13 December 2006
The New York Observer reports that Manhattan's first vinotherapy salon -- Delluva Vinotherapy Day Spa has just opened. Spa owner Diane Sydney Hanson is a licensed esthetician.
I didn't know that one needed to be licensed to practice esthetics, but apparently in the USA esthetics means "the non-medical care of the skin." And according to this site "The esthetician’s fingers convey strength, trust, and knowledge. When an esthetician is touching someone, there is a bonding, a caring, expressed that is missing in so many lives today."
If it is all the same to you, I think I'll just take my Pinotage orally......
12 December 2006
I am indebted to Werner Rix of Wine Routes of South Africa www.wineroutes-sa.co.za for news of these wines in his regular newsletter, which also contains the titbit that Domein Doornkraal have produced a sweet blend of Pinotage and Tinta Barocca which they named Pinta.
Good name - but I can foresee amusing confusions with visitors from Britain where Pinta means a pint of milk.
07 December 2006
Up to now it has played its part in their blends. Neil Glaser of Horton told me "It has become one of our favorite grapes in the vineyard, producing some world class fruit... hey, the wine is not bad either."
Neil says "We planted our first Pinotage grapes in 1998... we have been using it as a blend grape in our Syrah... the 2002 Syrah has 17% Pinotage... we will continue to blend these grapes while making a varietal wine out of Pinotage. The release in February will be a 2005."
20 November 2006
However I really did not like their Pinotage when I tasted it at the London Wine Show: it was obviously faulty, so I have been intrigued to see it gaining good reviews from tasters who I respect and I was flabbergasted when this low priced wine won the International Wine and Spirit Competition 2006 Trophy for Best Pinotage. (Previous winners were Bellingham Kanonkop, L'Avenir, Neethlingshof, Simonsig, and Kaapzicht's Steytler.)
So I picked up a bottle of the winning 2005 vintage at the supermarket. It is closed with a screwcap (hooray) and has a 'freshness indicator' on the back label saying that it should be consumed before January 2008.
This wine definitely isn't the same one that I tasted at the wine show. No faults here. There are some lovely rich ripe berry fruits, some spice, medium finish. This is a wonderfully drinkable wine.
Is it the worlds best? Well there is no doubt that it holds that title from the IWSC :)
Interestingly, the Stormhoek blog says this 2005 vintage was made for the US market and "Unfortunately for our friends elswhere, it’s only available in the USA". Well, it's in the UK Waitrose supermarkets at £5.99 ($11.50).
11 November 2006
The Stables Wine Estate, owned by Tiny and Judy van Niekerk, made the wine from grapes grown in nearby Greytown. Their own vines, which were planted in 1995, are expected to be ready for production in 1998.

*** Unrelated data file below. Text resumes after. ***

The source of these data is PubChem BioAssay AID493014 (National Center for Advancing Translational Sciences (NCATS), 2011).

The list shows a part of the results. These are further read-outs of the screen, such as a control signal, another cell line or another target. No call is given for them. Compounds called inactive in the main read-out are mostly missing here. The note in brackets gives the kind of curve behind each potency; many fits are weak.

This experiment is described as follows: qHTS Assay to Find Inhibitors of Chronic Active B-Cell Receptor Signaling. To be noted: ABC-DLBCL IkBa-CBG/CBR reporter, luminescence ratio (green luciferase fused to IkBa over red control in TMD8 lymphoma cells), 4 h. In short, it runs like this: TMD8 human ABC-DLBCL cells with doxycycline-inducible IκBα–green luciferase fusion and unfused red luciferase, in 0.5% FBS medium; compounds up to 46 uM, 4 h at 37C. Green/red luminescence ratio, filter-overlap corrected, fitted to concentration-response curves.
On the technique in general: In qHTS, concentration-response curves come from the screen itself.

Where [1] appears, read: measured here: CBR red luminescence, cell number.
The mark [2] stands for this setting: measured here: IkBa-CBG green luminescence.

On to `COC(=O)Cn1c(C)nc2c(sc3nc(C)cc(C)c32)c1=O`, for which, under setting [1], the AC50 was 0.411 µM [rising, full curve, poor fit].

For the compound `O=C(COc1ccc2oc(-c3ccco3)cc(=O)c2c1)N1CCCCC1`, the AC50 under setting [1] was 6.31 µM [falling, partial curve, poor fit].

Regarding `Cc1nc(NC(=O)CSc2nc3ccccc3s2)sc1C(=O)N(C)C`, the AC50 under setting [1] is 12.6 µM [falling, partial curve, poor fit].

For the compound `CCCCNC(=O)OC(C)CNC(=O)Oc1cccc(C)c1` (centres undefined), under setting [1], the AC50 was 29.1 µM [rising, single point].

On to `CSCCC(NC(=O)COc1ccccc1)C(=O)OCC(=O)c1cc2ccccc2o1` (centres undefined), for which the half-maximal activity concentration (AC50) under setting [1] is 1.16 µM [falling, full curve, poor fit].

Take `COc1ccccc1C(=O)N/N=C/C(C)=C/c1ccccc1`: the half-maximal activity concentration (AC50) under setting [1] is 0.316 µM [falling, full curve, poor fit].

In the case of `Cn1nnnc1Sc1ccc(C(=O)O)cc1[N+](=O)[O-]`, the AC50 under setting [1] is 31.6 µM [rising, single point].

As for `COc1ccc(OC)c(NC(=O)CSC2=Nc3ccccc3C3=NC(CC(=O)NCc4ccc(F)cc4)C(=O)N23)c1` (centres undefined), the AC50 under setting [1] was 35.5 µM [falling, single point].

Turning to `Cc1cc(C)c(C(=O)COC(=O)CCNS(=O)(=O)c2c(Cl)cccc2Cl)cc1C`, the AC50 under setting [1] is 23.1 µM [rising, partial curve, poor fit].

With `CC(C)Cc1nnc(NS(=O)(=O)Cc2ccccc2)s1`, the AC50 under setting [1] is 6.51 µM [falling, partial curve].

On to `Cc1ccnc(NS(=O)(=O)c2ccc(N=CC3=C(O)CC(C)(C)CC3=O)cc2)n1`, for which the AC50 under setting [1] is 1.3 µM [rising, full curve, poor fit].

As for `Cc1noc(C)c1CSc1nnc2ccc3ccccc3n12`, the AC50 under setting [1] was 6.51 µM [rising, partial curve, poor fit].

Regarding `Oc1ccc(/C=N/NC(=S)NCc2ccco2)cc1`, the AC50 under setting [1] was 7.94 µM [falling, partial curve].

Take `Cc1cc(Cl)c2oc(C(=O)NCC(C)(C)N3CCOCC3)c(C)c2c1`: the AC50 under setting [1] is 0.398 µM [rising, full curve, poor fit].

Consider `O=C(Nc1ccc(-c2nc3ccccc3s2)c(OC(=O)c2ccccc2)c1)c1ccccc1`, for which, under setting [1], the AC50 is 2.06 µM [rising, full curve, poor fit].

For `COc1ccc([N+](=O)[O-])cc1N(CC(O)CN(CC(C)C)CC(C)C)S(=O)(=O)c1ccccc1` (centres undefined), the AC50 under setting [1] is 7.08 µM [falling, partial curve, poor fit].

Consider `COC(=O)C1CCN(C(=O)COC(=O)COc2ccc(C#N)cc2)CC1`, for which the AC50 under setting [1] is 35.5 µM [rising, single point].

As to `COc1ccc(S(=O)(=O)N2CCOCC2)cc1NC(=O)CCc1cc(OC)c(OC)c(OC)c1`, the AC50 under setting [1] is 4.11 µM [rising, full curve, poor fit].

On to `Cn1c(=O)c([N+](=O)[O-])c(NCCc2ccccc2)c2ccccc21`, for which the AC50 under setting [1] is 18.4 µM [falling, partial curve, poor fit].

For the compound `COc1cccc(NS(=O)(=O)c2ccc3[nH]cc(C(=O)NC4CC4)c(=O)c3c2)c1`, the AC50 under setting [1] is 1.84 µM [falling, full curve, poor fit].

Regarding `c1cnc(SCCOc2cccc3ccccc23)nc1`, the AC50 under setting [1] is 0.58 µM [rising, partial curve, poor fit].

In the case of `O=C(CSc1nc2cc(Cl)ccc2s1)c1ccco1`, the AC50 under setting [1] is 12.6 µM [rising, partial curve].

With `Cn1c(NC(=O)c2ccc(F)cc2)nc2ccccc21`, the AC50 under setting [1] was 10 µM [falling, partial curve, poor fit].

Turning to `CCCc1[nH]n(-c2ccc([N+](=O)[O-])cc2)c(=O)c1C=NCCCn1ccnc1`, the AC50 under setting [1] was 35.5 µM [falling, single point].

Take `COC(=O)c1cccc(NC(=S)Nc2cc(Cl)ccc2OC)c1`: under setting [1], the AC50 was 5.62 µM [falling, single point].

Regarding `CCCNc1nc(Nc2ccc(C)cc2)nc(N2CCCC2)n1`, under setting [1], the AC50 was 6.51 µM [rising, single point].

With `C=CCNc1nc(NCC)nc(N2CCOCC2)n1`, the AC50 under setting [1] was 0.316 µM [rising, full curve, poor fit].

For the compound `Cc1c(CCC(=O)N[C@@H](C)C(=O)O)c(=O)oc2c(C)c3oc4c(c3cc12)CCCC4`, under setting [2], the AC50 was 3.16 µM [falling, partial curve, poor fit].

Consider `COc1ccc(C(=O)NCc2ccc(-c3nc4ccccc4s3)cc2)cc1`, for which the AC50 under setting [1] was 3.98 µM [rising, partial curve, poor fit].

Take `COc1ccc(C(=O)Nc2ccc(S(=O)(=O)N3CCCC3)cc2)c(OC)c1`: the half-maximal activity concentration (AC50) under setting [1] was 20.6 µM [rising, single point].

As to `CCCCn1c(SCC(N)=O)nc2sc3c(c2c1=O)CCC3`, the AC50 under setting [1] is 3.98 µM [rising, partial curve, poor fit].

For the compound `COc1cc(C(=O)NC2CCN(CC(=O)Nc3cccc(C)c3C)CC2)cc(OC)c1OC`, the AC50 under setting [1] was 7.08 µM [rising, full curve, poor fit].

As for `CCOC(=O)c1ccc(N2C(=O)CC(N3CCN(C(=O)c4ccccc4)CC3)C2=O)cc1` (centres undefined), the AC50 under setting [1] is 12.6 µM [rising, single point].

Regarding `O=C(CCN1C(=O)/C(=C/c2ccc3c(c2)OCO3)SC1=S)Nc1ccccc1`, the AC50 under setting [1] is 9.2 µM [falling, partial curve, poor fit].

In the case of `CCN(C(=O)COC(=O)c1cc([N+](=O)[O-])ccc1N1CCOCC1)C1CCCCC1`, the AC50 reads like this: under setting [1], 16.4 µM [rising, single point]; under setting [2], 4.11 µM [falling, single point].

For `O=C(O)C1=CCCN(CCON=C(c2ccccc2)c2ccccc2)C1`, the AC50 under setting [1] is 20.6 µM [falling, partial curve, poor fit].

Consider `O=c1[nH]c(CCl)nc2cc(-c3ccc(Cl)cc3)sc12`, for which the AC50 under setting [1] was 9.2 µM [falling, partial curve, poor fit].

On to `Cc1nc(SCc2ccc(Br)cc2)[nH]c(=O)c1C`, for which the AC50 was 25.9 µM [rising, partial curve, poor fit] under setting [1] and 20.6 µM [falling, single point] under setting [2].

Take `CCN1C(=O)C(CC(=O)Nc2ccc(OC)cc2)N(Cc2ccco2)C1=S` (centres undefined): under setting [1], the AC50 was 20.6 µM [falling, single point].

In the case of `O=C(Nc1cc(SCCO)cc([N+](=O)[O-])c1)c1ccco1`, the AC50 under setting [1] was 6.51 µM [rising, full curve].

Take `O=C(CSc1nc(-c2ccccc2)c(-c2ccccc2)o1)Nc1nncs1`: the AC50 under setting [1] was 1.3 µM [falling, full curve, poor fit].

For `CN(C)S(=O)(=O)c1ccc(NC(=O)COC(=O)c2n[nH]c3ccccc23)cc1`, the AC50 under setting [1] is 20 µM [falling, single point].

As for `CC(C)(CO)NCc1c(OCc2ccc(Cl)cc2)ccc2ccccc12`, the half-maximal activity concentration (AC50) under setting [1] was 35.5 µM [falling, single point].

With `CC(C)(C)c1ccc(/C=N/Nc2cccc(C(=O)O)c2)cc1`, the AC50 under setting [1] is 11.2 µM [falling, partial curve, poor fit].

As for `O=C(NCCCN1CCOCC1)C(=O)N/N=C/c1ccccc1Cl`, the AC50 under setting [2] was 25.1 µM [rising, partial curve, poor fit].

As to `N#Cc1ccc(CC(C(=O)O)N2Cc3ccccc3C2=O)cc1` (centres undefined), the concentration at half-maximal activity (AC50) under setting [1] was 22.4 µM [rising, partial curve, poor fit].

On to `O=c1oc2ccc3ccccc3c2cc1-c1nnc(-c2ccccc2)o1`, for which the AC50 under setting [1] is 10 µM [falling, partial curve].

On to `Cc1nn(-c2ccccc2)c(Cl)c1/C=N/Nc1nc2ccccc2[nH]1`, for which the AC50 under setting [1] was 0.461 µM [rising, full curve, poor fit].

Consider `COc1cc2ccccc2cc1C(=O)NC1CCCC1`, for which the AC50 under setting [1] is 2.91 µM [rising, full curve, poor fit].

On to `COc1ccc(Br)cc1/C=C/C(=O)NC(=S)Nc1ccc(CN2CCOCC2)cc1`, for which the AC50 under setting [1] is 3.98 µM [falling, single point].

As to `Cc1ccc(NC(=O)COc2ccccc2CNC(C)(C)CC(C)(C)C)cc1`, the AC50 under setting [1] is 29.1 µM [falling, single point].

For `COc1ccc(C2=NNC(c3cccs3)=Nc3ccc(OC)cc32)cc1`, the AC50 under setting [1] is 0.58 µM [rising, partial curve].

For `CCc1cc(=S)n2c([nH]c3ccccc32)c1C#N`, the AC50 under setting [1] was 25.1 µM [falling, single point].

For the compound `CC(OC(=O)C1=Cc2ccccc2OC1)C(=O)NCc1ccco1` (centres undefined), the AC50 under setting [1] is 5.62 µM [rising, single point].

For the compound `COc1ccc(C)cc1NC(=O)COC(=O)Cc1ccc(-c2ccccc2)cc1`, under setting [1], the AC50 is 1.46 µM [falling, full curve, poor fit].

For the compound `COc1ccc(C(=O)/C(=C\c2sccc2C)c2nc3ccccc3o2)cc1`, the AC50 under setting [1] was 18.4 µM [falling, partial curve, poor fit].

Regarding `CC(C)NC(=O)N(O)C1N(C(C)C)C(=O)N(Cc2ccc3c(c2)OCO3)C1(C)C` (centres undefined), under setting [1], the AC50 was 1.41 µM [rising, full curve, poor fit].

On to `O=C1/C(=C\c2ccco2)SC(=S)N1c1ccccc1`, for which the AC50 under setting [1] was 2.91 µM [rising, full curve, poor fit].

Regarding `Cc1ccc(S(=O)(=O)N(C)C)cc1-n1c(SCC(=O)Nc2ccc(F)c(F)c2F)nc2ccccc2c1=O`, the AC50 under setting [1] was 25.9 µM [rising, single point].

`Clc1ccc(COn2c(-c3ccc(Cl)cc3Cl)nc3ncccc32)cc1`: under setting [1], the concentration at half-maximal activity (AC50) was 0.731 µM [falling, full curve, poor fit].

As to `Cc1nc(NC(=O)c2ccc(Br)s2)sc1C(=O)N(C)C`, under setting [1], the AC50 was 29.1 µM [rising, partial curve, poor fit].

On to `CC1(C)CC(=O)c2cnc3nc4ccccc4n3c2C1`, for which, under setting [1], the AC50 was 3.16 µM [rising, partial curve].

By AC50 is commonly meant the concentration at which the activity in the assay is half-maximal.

The wine is called Clariet to indicate that it is fuller bodied than the usual rosé. The winery say of the wine
"This Pinotage Clariet has been produced from the finest KZN grapes. After 6 months of skin contact the free-run juice was barrel fermented in 2nd fill French oak barrels, which has brought out its elegant ruby colour and allowed for the alluring aromas of strawberries and cherries to develop. The wine is crisp and refreshing, packed with fruity flavours and finishes off with soft butterscotch and caramel.
12.5 % abv, price 65 ZAR."
08 November 2006
New Zealander Sue Courtney writes that "Pinotage, the South African grape variety, was introduced into New Zealand by pioneering winemaker, Corbans, who ....... planted the first Pinotage vineyard at Whenuapai on the northern outskirts of Auckland, and the first wine was made in 1964.
"The variety was quick to catch on with the handful of winemakers, especially those in Auckland, for the thick skins of the grapes were able to stand up to the region's humidity as well as offering resistance to diseases.
"However, the quality of the early wines was variable.
"Now, since the late 1990's, Pinotage has been undergoing a revival with new clones, developed in South Africa, becoming available. The grape is grown in most regions, from the most northerly to the most southern vineyards, although in tiny quantities at the southern extremes. And there are some very good examples indeed."
Read the full story on her webzine, with some detailed facts and figures at http://www.wineoftheweek.com/stories/0101pinotage.html
Sue has put together a collection of her tasting notes on ten years of NZ Pinotage from at http://www.wineoftheweek.com/tastings/pinotage.html
03 November 2006
Therese is the head winemaker at Doolhof Estate, a new winery in Wellington. "We're in a valley between two mountains," she told me. "Our vineyards are planted at different heights and aspects -- they're very different. That is our signature."
The 2005 Signatures of Doolhof Pinotage was very dark with a red rim. It had the most attractive sweet upfront fruit followed by a depth of red berry flavours and some intriguing coffee tones. Therese said the wine had been aged almost a year in 80% French/10% American oak barrels of which 70% were new.